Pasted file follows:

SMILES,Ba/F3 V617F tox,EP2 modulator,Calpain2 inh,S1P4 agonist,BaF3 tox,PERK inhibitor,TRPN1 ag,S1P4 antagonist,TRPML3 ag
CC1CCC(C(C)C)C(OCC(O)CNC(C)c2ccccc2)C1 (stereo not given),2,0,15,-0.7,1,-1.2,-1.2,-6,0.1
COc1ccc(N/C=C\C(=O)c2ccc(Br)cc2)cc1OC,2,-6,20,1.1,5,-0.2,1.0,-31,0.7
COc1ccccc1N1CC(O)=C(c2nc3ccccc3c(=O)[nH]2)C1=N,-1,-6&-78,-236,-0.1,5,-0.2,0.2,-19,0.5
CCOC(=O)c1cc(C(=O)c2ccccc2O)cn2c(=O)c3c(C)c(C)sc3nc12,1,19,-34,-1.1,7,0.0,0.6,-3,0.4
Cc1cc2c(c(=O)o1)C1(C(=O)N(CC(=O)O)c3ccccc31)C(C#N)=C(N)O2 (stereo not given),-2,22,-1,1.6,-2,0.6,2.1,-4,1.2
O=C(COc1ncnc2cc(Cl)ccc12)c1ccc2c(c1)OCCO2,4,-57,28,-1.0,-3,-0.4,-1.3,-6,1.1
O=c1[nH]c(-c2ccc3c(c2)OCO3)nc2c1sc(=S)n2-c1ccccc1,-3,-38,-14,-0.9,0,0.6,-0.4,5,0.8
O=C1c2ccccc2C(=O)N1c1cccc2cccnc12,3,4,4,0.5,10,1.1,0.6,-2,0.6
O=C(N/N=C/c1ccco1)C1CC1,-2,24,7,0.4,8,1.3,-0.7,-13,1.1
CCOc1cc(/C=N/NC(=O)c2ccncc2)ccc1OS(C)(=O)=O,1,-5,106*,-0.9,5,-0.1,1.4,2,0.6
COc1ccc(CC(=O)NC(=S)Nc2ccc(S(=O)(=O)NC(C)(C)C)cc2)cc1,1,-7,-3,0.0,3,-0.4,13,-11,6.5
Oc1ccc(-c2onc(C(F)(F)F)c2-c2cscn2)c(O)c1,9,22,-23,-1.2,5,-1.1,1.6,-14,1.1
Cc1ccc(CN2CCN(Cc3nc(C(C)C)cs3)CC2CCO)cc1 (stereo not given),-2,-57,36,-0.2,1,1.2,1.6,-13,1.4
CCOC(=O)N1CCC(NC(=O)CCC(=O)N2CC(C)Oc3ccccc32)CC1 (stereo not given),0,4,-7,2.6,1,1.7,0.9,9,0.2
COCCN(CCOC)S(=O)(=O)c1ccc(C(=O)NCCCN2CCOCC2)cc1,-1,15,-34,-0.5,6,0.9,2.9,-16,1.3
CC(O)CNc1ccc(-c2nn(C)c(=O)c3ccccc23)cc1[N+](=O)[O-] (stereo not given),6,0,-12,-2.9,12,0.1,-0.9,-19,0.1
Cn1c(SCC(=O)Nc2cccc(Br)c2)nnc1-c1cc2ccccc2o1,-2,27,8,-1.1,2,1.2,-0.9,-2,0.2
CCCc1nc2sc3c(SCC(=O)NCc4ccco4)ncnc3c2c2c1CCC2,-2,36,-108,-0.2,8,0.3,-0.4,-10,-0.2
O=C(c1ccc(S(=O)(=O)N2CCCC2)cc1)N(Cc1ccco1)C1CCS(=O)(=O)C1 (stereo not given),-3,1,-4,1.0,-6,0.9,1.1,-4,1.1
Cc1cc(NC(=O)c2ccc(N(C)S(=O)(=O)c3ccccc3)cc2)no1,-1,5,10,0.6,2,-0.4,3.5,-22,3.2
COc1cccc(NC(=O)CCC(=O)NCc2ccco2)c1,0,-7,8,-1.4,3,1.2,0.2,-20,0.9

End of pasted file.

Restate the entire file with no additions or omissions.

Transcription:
SMILES,Ba/F3 V617F tox,EP2 modulator,Calpain2 inh,S1P4 agonist,BaF3 tox,PERK inhibitor,TRPN1 ag,S1P4 antagonist,TRPML3 ag
CC1CCC(C(C)C)C(OCC(O)CNC(C)c2ccccc2)C1 (stereo not given),2,0,15,-0.7,1,-1.2,-1.2,-6,0.1
COc1ccc(N/C=C\C(=O)c2ccc(Br)cc2)cc1OC,2,-6,20,1.1,5,-0.2,1.0,-31,0.7
COc1ccccc1N1CC(O)=C(c2nc3ccccc3c(=O)[nH]2)C1=N,-1,-6&-78,-236,-0.1,5,-0.2,0.2,-19,0.5
CCOC(=O)c1cc(C(=O)c2ccccc2O)cn2c(=O)c3c(C)c(C)sc3nc12,1,19,-34,-1.1,7,0.0,0.6,-3,0.4
Cc1cc2c(c(=O)o1)C1(C(=O)N(CC(=O)O)c3ccccc31)C(C#N)=C(N)O2 (stereo not given),-2,22,-1,1.6,-2,0.6,2.1,-4,1.2
O=C(COc1ncnc2cc(Cl)ccc12)c1ccc2c(c1)OCCO2,4,-57,28,-1.0,-3,-0.4,-1.3,-6,1.1
O=c1[nH]c(-c2ccc3c(c2)OCO3)nc2c1sc(=S)n2-c1ccccc1,-3,-38,-14,-0.9,0,0.6,-0.4,5,0.8
O=C1c2ccccc2C(=O)N1c1cccc2cccnc12,3,4,4,0.5,10,1.1,0.6,-2,0.6
O=C(N/N=C/c1ccco1)C1CC1,-2,24,7,0.4,8,1.3,-0.7,-13,1.1
CCOc1cc(/C=N/NC(=O)c2ccncc2)ccc1OS(C)(=O)=O,1,-5,106*,-0.9,5,-0.1,1.4,2,0.6
COc1ccc(CC(=O)NC(=S)Nc2ccc(S(=O)(=O)NC(C)(C)C)cc2)cc1,1,-7,-3,0.0,3,-0.4,13,-11,6.5
Oc1ccc(-c2onc(C(F)(F)F)c2-c2cscn2)c(O)c1,9,22,-23,-1.2,5,-1.1,1.6,-14,1.1
Cc1ccc(CN2CCN(Cc3nc(C(C)C)cs3)CC2CCO)cc1 (stereo not given),-2,-57,36,-0.2,1,1.2,1.6,-13,1.4
CCOC(=O)N1CCC(NC(=O)CCC(=O)N2CC(C)Oc3ccccc32)CC1 (stereo not given),0,4,-7,2.6,1,1.7,0.9,9,0.2
COCCN(CCOC)S(=O)(=O)c1ccc(C(=O)NCCCN2CCOCC2)cc1,-1,15,-34,-0.5,6,0.9,2.9,-16,1.3
CC(O)CNc1ccc(-c2nn(C)c(=O)c3ccccc23)cc1[N+](=O)[O-] (stereo not given),6,0,-12,-2.9,12,0.1,-0.9,-19,0.1
Cn1c(SCC(=O)Nc2cccc(Br)c2)nnc1-c1cc2ccccc2o1,-2,27,8,-1.1,2,1.2,-0.9,-2,0.2
CCCc1nc2sc3c(SCC(=O)NCc4ccco4)ncnc3c2c2c1CCC2,-2,36,-108,-0.2,8,0.3,-0.4,-10,-0.2
O=C(c1ccc(S(=O)(=O)N2CCCC2)cc1)N(Cc1ccco1)C1CCS(=O)(=O)C1 (stereo not given),-3,1,-4,1.0,-6,0.9,1.1,-4,1.1
Cc1cc(NC(=O)c2ccc(N(C)S(=O)(=O)c3ccccc3)cc2)no1,-1,5,10,0.6,2,-0.4,3.5,-22,3.2
COc1cccc(NC(=O)CCC(=O)NCc2ccco2)c1,0,-7,8,-1.4,3,1.2,0.2,-20,0.9